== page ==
Neil here.

The harsh reality of startup-land is that the majority of companies fail. In fact, 90% of startups won’t make it much longer than their first or second raise.

However, it’s my belief that most startups fail because of completely preventable errors in their business models and management. And startups that can circumvent these problems have the biggest shot at success in the long run.

If you’re thinking of investing in a startup, and it has any of these red flags, it’s best to pass and use your investment capital elsewhere…

Mistake #3: A startup that’s capital-inefficient

I only invest in startups with business models that scale well… because scalability points to one key characteristic of every successful company I’ve ever backed: capital efficiency.

The most important requirement of a company that scales well is that it does not need proportionally more capital as it continues to grow. In fact, you want to look for companies that need less capital as they expand.

Of course, every early-stage startup will need to raise more money as it grows larger. But if that company’s profit margins aren’t growing steadily alongside the capital it’s raising, that’s a huge red flag.

You see, a company with razor-thin margins will inevitably have to hand off equity to more and more stakeholders to keep the cash flowing.

For you as an investor, that’s a problem.

The more people who own shares of a company, the more diluted your own shares (and your prospect of substantial returns) become.

That’s why I like to bet on startups producing technology like apps and software… companies that exchange significant up-front costs for wider margins in the long run.

This type of tech doesn’t require massive sales forces or manufacturing capabilities to run. The product can expand rapidly without taking on long-term overhead costs, ultimately giving investors the biggest bang for their buck.

Mistake #2: A startup that’s teetering based on a single point of failure

As an angel investor, you want to make sure that you back companies in big markets with massive growth potential.

The companies that exist in these spaces are the ones with the most room to grow… which is good news for your investment.

Now, sometimes a company can exist in a successful market but still not make the impact it had intended. This can happen when a startup’s business model is too heavily dependent on one particular point of failure. If that one thing goes wrong, the company is done.

That’s a bad sign for any investor assessing a company’s risk profile… because losing your money on company whose success hinges on one singular assumption is a costly mistake.

Personally, I’d rather invest in a company that can identify multiple ways it could fail and develop ways of adapting and pivoting their strategies successfully if their original plans don’t work out.

Mistake #1: A startup that’s not humble

Above everything, the one thing that really drives me up the wall is a startup that’s not humble about its successes and cognizant of its mistakes.

No entrepreneur wants to fail… I get it. But mistakes are a part of the game, and the most successful founding teams will have the foresight necessary to predict and tackle inevitable missteps.

Many companies lack this judgment for a couple different reasons.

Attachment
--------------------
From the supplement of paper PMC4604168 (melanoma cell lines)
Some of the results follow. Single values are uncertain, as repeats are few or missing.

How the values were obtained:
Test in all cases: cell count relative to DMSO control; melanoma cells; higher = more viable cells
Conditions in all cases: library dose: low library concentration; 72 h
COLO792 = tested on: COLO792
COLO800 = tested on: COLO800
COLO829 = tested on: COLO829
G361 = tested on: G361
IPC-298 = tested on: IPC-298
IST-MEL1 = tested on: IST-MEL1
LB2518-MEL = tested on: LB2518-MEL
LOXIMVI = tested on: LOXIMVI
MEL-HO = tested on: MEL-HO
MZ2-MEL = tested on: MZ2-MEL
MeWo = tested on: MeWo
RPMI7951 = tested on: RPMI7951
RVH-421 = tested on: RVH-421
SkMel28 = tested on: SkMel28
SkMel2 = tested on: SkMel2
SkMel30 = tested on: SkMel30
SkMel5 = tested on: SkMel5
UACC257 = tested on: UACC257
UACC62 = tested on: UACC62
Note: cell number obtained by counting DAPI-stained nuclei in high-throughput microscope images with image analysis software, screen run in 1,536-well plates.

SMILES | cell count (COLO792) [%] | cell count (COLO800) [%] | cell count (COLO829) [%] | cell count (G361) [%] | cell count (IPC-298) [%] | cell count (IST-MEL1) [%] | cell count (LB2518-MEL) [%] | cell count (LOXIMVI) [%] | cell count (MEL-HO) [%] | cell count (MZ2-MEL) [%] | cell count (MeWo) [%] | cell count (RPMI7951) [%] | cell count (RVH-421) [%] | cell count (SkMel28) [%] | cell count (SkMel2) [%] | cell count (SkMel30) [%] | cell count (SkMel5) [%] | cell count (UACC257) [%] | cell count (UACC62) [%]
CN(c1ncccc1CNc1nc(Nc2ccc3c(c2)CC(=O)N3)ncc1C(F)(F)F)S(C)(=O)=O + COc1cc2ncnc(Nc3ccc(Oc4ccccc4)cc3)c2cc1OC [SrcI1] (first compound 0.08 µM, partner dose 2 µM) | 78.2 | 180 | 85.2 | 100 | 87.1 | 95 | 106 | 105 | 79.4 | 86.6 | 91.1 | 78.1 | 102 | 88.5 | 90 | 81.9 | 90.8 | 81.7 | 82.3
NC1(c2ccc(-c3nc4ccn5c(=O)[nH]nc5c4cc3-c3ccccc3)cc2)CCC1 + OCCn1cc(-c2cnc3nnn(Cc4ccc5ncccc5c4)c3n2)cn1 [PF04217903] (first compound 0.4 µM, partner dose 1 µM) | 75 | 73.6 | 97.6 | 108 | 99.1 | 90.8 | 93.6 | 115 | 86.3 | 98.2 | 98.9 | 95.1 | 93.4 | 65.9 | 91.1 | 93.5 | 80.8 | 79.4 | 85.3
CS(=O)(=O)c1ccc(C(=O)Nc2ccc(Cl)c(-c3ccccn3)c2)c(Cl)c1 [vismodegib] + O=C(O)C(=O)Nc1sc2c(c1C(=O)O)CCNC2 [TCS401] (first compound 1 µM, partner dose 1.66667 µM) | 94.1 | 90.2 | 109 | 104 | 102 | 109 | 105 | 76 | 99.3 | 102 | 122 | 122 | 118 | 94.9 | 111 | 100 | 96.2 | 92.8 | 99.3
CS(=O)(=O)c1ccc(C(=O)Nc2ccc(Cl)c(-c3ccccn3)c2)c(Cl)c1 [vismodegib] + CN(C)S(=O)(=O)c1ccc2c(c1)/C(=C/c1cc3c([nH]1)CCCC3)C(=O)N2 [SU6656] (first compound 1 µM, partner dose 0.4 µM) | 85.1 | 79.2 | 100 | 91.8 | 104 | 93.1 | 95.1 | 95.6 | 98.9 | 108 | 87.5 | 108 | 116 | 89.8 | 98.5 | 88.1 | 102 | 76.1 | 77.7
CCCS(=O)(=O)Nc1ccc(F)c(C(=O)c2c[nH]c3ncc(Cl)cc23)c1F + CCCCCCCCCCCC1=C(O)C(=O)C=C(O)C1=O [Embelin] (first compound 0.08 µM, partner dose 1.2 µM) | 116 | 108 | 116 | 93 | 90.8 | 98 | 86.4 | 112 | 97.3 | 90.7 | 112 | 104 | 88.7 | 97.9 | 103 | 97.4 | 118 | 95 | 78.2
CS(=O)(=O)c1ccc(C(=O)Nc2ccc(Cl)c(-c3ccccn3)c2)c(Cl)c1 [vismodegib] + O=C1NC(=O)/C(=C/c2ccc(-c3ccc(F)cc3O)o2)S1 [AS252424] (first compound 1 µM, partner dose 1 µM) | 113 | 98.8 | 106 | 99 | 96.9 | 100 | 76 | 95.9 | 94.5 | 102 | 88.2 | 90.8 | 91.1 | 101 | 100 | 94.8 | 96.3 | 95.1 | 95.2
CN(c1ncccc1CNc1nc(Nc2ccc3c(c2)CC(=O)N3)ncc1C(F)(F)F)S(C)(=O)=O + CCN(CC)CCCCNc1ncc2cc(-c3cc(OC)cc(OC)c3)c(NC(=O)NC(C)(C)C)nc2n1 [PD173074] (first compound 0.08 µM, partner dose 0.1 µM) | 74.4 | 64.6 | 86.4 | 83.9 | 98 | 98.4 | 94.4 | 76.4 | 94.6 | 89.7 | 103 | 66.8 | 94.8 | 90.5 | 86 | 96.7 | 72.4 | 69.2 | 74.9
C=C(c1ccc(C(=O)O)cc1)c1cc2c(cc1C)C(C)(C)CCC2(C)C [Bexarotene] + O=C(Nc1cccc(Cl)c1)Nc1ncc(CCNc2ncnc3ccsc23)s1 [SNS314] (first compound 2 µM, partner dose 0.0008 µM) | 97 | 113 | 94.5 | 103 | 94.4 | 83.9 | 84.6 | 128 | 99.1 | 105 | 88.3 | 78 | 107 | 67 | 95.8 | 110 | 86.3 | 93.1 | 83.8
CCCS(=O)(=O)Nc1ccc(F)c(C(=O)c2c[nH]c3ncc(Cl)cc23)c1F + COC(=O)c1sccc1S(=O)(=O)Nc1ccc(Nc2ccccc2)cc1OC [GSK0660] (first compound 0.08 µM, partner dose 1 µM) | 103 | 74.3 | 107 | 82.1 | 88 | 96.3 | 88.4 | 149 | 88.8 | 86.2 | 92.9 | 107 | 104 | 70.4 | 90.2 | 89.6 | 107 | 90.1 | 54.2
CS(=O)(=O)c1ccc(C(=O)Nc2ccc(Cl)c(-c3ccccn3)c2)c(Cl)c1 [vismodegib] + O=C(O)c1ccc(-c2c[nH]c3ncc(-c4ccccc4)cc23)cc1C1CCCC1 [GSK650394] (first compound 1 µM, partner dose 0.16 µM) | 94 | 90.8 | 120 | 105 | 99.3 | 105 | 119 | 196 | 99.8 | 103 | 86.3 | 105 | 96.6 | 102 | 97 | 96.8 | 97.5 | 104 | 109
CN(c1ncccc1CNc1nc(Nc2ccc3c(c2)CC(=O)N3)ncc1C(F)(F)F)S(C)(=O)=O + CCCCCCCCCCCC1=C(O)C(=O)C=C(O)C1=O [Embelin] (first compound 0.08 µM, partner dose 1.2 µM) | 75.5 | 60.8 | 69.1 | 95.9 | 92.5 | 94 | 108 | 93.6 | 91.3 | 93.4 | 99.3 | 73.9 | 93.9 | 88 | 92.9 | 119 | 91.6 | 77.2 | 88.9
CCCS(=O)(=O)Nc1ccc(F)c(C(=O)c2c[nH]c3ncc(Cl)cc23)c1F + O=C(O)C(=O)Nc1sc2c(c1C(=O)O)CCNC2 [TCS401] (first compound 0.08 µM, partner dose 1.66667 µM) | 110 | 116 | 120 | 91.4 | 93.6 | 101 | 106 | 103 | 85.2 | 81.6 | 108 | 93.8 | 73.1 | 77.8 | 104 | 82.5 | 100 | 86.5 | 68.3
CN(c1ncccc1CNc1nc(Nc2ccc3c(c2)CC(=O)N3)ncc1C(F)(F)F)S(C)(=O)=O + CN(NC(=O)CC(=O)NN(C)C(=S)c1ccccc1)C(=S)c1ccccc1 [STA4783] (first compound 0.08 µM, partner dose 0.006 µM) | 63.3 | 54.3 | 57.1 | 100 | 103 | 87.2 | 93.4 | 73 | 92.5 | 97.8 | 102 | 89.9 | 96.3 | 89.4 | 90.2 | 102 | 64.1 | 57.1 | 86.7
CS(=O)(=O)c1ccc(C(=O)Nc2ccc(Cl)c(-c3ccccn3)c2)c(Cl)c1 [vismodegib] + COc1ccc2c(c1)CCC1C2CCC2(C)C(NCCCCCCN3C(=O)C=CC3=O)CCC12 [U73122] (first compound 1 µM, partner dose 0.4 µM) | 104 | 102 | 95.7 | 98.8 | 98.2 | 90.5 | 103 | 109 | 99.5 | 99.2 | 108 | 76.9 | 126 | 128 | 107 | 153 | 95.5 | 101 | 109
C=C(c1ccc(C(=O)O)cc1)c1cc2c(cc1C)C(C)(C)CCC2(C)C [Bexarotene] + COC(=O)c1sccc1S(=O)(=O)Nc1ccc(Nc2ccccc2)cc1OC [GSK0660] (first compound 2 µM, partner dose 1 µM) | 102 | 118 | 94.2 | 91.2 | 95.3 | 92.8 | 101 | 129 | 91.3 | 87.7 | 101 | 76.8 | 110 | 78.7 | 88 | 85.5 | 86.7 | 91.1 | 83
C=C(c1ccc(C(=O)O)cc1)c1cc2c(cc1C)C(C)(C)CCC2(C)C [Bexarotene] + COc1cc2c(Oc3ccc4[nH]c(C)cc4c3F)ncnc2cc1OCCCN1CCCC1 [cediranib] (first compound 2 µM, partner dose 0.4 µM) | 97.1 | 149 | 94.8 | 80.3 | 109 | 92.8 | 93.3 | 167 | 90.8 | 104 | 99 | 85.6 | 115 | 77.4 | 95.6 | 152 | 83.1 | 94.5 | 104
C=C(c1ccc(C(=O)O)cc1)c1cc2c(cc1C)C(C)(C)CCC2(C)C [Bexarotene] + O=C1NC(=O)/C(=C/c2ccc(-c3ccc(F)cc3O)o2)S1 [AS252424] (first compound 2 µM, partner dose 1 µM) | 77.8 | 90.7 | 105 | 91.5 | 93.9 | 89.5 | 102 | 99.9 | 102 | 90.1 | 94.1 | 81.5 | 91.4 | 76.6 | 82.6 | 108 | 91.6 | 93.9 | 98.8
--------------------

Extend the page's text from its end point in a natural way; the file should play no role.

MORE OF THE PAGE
The first is that many founders are so focused on their product that they fail to solicit any sort of critical feedback from their potential stakeholders. A startup that only seeks praise and avoids criticism will go nowhere… because criticism is what tells a founding team how their product can improve.

The second reason is that many companies block out their competition with the idea that their product is the best of the best.

And maybe that’s true, for now. But one day, a startup could be smooth sailing along and the next, their entire business model could be undermined by an even better product.

That’s just the way it works out here.

Simply put, founders should consistently ask themselves, “What could go wrong here? And are we prepared to fix it?” If the answers to those questions sound anything like “I don’t know,” you should stay far, far away.

I’ve pulled together a list of seven questions that you should always ask a founding team to figure out if they’re on the path to success (or not). Because even when an idea looks picture-perfect, what lies below the surface may be far from it… and you don’t want to waste your time or capital on an idea that’s just not going to work from the get-go. Click here to see the list.

And make sure you keep up with me on Facebook, Instagram, and Twitter for all the latest Network updates and trends in the startup world.

I’ll be back soon with another update.

Until next time,

Neil Patel

Comments

8 responses to “Never Invest in a Startup Making These 3 Mistakes”

  1. I have bought a company that sounds great in just a short time i lost 50,000 thousand dollars in the company. I didnt look good in the financial part of the company , almost lost my home. To the reast of people looking to be successful do your homework.

  2. It was interesting and I read it. But, I need smaller investment like $50-$100 that is what attracted me to join.

  3. This is my first comment since joining in with you and I’m stoked and feel the electricity inside myself as to how much I’m going to learn and finally be able to get my family financially stable and above.all be able to live the life we deserve.

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